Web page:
Latest Kaiser Health News Stories
Keeping a campaign promise, President Joe Biden has reopened enrollment for health coverage under the Affordable Care Act on healthcare.gov — and states that run their own health insurance marketplaces followed suit. At the same time, the Biden administration is moving to revoke the Trump administration’s permission for states to impose work requirements for some adults on the Medicaid health insurance program. Alice Miranda Ollstein of Politico, Kimberly Leonard of Business Insider and Rachel Cohrs of Stat join KHN’s Julie Rovner to discuss these issues and more. Also, Rovner interviews medical student Inam Sakinah, president of the new group Future Doctors in Politics.
Lawmakers across the U.S. are pushing bills to restrict transgender kids from participating in sports and ban doctors from treating them.
Arthur and Maggie Kelley of St. Louis died 30 days apart. Maggie died of complications of dementia in November. Arthur, who had moved into her nursing home to be with her, died a month later of covid. Their family held a double funeral.
Many children with serious emotional or behavioral difficulties depend on schools for access to vital therapies. When schools and doctors’ offices stopped providing in-person services last spring, kids became untethered.
Lawmakers answered pleas from strained health facilities in rural areas, agreed to cover the cost of training more new doctors, sought to strengthen efforts to equalize mental health coverage with that of physical medicine and instructed the federal government to collect data that could be used to rein in high medical bills.
Several large business groups, including health industry organizations, are cutting off contributions to Republicans who voted against the certification of Joe Biden’s election even after riots shut down the Capitol on Jan. 6. Meanwhile, the outgoing Trump administration not only approved a Medicaid block grant for Tennessee, but also made it difficult for the incoming Biden administration to undo. Joanne Kenen of Politico, Margot Sanger-Katz of The New York Times and Kimberly Leonard of Business Insider join KHN’s Julie Rovner to discuss these issues and more. Plus, Rovner interviews KHN’s Victoria Knight about the latest KHN-NPR “Bill of the Month” episode.
A growing number of “peer respites,” nonclinical settings for psychiatric recovery, can help people in distress who mainly need to talk to people who understand their problems.
Recent deaths on a small Native American reservation in Montana have underlined the heightened risks for Indigenous youths and how suicide prevention programs are struggling to operate during the pandemic.
A UCSF emergency room physician reflects on California’s response to COVID-19 and on lessons learned — or not — as the coronavirus makes its second devastating surge.
Dr. Dale Bredesen is a well-known, well-respected neurologist. But his colleagues think the comprehensive Alzheimer’s program he’s marketing through a private company is a mixture of free-for-the-asking common sense and unproven interventions.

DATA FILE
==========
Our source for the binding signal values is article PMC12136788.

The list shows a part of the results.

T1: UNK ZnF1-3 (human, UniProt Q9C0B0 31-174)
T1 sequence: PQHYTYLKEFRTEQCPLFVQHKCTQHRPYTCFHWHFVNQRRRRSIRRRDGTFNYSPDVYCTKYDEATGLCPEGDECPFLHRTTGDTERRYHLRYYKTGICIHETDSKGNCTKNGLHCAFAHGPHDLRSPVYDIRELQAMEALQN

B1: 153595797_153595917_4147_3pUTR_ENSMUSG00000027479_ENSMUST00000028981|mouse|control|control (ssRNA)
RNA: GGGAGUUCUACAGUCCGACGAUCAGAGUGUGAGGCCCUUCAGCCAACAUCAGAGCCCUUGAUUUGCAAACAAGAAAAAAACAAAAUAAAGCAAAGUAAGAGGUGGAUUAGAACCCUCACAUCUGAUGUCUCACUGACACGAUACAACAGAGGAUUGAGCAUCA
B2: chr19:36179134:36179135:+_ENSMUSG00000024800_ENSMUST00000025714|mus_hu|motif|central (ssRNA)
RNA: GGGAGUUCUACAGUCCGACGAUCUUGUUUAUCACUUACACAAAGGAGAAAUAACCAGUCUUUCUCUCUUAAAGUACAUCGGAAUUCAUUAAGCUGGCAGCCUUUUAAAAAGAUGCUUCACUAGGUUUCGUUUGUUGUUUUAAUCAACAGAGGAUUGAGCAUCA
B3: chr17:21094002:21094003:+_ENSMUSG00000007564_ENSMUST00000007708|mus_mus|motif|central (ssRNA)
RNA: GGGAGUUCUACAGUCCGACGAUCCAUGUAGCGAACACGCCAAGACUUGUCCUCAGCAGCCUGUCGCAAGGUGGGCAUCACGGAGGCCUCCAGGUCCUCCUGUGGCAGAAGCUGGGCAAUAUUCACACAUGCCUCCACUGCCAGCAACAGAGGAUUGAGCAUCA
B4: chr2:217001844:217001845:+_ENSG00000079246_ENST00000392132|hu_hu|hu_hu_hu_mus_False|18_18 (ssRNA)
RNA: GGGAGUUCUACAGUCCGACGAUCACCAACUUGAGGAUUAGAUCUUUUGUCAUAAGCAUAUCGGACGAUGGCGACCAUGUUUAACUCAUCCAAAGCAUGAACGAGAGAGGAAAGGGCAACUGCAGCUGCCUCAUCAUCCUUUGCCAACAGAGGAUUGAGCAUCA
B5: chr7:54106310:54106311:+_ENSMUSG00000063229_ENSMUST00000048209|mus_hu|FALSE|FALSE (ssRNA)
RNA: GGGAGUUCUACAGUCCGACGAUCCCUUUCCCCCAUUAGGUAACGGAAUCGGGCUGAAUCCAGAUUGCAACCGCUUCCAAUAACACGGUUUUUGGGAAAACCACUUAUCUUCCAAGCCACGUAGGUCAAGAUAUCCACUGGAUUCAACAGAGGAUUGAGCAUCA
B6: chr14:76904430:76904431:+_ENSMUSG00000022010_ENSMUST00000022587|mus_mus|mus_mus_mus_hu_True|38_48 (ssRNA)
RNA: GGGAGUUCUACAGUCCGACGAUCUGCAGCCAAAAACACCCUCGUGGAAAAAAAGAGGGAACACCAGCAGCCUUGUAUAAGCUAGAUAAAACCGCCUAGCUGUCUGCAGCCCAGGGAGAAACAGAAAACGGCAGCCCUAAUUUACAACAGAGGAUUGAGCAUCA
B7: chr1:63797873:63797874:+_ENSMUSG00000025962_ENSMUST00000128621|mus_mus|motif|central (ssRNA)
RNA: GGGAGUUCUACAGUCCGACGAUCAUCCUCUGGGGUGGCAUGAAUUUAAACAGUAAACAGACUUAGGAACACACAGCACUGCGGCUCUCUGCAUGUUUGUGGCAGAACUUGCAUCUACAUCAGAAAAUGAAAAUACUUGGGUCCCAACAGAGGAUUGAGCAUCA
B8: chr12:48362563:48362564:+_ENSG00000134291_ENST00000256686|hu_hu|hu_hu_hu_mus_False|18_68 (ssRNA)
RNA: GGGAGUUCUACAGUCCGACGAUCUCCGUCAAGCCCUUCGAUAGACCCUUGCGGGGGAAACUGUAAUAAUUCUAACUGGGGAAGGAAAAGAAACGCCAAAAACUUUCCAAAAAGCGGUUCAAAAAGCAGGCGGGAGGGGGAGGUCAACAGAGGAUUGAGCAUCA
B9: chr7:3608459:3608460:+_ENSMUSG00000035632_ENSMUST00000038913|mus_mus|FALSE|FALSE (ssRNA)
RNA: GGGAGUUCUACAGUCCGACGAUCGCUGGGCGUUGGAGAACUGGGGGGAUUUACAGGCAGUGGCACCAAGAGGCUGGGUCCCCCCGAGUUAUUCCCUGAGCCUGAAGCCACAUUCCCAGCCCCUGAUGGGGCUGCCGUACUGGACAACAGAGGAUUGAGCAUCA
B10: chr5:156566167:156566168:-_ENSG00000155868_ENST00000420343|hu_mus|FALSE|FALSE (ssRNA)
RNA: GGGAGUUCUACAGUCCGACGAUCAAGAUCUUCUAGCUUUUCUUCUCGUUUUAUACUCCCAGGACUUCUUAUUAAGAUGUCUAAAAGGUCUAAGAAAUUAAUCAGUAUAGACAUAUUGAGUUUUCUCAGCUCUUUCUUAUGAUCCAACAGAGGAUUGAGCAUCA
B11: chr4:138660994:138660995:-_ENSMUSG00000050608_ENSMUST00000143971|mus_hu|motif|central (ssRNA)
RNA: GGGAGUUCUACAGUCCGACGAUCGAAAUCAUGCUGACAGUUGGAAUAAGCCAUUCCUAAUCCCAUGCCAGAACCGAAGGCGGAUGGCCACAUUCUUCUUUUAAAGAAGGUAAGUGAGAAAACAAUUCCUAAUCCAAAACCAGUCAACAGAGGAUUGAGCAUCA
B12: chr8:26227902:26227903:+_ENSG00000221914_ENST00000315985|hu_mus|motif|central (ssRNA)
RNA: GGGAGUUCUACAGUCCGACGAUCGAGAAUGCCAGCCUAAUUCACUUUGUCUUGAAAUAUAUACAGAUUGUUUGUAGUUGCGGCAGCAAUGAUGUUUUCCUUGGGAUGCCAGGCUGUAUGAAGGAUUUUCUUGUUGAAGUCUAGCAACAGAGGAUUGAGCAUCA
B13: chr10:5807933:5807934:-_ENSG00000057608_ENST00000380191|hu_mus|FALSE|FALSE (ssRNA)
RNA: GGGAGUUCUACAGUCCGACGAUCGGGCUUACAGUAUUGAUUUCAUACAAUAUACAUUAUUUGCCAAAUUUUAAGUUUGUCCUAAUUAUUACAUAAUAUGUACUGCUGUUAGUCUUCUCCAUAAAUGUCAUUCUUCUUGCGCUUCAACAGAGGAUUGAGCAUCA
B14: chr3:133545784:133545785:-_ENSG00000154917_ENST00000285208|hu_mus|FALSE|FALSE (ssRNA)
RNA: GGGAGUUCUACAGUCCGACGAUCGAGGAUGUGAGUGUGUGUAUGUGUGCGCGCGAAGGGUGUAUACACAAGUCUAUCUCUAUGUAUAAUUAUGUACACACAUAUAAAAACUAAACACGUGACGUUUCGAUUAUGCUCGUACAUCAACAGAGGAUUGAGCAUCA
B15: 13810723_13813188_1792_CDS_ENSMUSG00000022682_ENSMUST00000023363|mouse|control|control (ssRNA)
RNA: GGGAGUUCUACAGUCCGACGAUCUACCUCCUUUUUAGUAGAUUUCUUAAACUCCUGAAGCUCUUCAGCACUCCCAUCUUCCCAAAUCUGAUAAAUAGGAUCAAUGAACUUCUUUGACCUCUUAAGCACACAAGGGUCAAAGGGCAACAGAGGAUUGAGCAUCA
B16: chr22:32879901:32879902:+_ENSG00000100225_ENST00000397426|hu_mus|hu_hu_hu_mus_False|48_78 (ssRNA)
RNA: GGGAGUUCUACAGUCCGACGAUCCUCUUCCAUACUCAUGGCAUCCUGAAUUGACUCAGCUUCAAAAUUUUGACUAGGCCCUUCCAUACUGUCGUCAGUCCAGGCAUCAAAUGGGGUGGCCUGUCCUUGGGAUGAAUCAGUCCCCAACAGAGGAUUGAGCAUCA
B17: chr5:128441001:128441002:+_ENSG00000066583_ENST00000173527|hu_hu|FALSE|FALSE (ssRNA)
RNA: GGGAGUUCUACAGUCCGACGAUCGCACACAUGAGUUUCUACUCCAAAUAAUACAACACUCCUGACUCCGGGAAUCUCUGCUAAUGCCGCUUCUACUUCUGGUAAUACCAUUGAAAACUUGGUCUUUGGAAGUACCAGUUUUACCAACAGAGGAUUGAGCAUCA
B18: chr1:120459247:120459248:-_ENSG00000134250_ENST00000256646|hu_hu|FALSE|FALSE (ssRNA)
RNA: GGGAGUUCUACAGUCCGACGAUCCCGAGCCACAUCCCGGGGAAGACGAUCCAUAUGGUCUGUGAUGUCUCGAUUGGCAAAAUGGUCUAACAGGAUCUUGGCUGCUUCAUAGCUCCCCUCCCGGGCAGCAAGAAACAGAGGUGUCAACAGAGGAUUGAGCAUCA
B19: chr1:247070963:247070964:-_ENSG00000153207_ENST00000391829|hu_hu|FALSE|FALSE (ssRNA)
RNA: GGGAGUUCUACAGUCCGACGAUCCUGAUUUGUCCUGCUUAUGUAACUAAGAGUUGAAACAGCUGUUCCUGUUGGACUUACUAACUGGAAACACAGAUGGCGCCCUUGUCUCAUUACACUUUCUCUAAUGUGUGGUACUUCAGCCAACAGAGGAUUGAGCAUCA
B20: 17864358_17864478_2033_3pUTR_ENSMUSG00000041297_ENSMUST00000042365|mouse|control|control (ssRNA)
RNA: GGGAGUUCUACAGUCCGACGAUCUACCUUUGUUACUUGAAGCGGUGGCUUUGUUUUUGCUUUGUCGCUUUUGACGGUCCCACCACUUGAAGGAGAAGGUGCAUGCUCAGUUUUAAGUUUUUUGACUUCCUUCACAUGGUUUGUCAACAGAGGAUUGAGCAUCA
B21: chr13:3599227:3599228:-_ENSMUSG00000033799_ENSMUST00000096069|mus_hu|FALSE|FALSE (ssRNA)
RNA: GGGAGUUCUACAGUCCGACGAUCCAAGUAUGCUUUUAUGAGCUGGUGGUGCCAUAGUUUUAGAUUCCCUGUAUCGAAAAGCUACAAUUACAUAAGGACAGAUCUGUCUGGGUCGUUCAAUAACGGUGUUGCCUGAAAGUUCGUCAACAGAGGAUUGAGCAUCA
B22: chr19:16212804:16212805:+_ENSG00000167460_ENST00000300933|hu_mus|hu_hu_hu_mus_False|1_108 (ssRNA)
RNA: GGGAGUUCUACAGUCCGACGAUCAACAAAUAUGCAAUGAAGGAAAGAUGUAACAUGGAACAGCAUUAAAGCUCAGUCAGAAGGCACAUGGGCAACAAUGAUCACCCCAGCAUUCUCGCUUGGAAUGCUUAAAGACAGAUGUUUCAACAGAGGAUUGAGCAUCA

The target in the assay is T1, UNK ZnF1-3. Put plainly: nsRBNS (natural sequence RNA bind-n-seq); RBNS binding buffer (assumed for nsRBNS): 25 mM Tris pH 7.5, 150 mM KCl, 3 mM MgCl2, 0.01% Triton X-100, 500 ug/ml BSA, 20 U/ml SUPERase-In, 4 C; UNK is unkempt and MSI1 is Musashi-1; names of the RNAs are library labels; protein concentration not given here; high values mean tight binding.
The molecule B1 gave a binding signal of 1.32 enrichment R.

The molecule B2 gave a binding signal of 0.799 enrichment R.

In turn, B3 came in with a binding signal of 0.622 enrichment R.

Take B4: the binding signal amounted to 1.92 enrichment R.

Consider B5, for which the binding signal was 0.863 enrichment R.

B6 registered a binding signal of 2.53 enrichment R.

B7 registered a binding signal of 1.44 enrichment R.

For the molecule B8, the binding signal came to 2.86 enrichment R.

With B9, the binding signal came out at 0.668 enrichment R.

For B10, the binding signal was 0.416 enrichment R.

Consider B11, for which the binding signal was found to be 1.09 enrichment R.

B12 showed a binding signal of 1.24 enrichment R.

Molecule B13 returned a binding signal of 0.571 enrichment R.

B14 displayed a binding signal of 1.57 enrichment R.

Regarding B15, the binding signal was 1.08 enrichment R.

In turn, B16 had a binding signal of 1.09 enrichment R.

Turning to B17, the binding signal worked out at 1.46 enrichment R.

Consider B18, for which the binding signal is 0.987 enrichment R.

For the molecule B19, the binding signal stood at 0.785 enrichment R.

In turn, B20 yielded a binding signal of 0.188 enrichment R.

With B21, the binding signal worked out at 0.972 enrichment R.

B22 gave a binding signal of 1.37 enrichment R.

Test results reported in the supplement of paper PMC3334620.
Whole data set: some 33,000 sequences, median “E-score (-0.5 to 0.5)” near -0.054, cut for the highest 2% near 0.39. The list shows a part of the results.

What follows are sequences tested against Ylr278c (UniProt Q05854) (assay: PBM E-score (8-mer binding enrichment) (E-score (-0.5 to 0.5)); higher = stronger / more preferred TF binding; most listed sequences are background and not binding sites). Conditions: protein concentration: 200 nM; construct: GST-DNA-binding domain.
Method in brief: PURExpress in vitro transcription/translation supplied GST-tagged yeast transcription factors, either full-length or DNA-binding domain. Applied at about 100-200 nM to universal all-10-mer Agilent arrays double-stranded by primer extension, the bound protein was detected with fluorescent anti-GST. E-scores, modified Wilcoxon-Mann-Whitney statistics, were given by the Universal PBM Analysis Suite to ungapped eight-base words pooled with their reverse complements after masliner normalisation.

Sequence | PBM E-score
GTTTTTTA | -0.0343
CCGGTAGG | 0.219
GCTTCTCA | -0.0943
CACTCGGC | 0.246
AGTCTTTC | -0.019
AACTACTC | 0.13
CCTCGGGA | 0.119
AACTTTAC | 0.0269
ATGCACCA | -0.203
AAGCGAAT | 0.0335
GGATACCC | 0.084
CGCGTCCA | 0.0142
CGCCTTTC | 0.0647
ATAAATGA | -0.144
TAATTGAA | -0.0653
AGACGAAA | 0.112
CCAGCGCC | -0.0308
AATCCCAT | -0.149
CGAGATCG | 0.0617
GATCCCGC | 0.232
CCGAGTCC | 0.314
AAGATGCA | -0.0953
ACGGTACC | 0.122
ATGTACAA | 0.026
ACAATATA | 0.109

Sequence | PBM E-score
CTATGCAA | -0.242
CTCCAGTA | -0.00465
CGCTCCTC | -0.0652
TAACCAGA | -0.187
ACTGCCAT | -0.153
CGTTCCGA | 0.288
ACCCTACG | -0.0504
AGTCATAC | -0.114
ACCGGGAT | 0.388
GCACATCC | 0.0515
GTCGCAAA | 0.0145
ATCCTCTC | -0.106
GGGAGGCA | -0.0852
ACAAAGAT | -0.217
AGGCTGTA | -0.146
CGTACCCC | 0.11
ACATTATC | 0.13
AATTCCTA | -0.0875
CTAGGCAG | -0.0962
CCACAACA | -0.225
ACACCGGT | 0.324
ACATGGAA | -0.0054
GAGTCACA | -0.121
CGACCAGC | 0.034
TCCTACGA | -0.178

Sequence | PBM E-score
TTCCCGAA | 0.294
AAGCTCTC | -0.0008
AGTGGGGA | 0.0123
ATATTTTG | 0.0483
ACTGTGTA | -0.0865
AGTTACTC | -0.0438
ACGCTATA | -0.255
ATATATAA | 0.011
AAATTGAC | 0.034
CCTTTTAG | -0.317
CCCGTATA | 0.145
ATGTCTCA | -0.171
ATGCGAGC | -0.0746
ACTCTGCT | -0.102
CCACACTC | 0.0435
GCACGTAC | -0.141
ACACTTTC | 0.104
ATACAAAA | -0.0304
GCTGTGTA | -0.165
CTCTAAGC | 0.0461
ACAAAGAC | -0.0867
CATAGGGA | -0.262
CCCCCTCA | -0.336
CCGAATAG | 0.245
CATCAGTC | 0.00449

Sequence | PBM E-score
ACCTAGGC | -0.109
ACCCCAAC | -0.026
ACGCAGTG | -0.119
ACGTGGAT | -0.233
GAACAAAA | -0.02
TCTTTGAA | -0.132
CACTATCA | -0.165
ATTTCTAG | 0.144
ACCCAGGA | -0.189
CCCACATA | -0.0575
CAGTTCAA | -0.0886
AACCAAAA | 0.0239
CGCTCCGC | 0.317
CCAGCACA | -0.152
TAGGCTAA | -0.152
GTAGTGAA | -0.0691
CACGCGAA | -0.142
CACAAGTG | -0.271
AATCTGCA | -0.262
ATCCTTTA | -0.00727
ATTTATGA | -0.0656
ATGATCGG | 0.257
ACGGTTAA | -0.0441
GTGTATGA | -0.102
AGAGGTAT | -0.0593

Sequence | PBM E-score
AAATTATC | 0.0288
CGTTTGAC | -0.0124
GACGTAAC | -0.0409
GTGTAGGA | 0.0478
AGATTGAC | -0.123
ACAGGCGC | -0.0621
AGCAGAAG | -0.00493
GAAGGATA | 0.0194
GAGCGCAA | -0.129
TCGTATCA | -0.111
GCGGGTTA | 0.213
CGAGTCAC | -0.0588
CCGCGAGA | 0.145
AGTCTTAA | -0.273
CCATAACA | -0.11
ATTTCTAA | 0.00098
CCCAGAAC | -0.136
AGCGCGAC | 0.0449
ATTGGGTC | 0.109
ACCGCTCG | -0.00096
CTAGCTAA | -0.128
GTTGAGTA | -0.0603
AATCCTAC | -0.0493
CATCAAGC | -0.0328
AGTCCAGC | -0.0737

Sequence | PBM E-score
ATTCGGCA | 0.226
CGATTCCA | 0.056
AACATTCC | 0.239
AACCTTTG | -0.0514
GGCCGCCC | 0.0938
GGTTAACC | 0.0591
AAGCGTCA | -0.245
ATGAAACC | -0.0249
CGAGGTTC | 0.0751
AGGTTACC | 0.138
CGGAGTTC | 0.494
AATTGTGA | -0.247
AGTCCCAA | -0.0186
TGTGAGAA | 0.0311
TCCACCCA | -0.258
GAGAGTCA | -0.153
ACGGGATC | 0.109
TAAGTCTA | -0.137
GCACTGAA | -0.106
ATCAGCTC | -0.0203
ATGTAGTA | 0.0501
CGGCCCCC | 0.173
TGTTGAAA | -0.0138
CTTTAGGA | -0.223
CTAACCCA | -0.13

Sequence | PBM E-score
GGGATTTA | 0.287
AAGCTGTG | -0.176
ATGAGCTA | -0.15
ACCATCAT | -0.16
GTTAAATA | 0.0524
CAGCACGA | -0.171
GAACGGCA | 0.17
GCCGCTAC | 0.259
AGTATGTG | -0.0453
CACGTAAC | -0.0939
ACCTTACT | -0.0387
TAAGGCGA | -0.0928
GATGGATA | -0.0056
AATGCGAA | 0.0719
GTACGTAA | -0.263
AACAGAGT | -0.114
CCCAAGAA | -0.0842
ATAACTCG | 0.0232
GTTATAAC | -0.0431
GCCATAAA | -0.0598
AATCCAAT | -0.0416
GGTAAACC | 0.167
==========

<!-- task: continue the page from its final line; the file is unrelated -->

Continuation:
What’s a 67-year-old to do when COVID-19 shuts down the volunteering gigs that were his personal fountain of youth?
KHN and California Healthline staff made the rounds on national and local media this week to discuss their stories. Here’s a collection of their appearances.
Black Americans are less likely to receive mental health treatment than the overall population. But as needs soar this year, faith leaders are tapping health professionals to share coping skills churchgoers and the community can use immediately.
A proposal in Washington state would use right-to-try laws to allow terminally ill patients access to psilocybin — the famed magic mushrooms of America’s psychedelic ’60s — to ease depression and anxiety.
Like almost a quarter of the 989 people killed by police in the U.S. in the past 12 months, Ricardo Muñoz had a serious mental illness. “Instead of a cop just being there, there should have been other responders,” his sister says.
More than 246,000 people in the U.S. have been killed by the coronavirus, leaving hundreds of thousands of others grieving. Judith Graham, author of KHN’s Navigating Aging column, hosted a discussion on these unprecedented losses and dealing with bereavement. She was joined by Holly Prigerson, co-director of the Center for Research on End-of-Life Care at Weill Cornell Medicine in New York City, and Diane Snyder-Cowan, leader of the bereavement professionals steering committee of the National Council of Hospice and Palliative Professionals.
As the coronavirus surges around the country, workers in nursing homes and assisted living centers are watching cases rise in long-term care facilities with a sense of dread. Many of these workers struggle with grief over the suffering they’ve witnessed.
With employees emotionally drained and residents suffering from loss, many nursing homes and assisted living centers are working with chaplains, social workers and mental health professionals to help people deal with the effects of the coronavirus.
Because loved ones are often kept apart from critically ill COVID-19 patients, the families may be especially vulnerable to symptoms including anxiety, depression and post-traumatic stress disorder that can be debilitating.
Seniors tend to have more serious symptoms than younger coronavirus patients, including the aftereffects of hospital-based delirium. Doctors recommend physical therapy, occupational therapy, speech therapy and cognitive rehabilitation.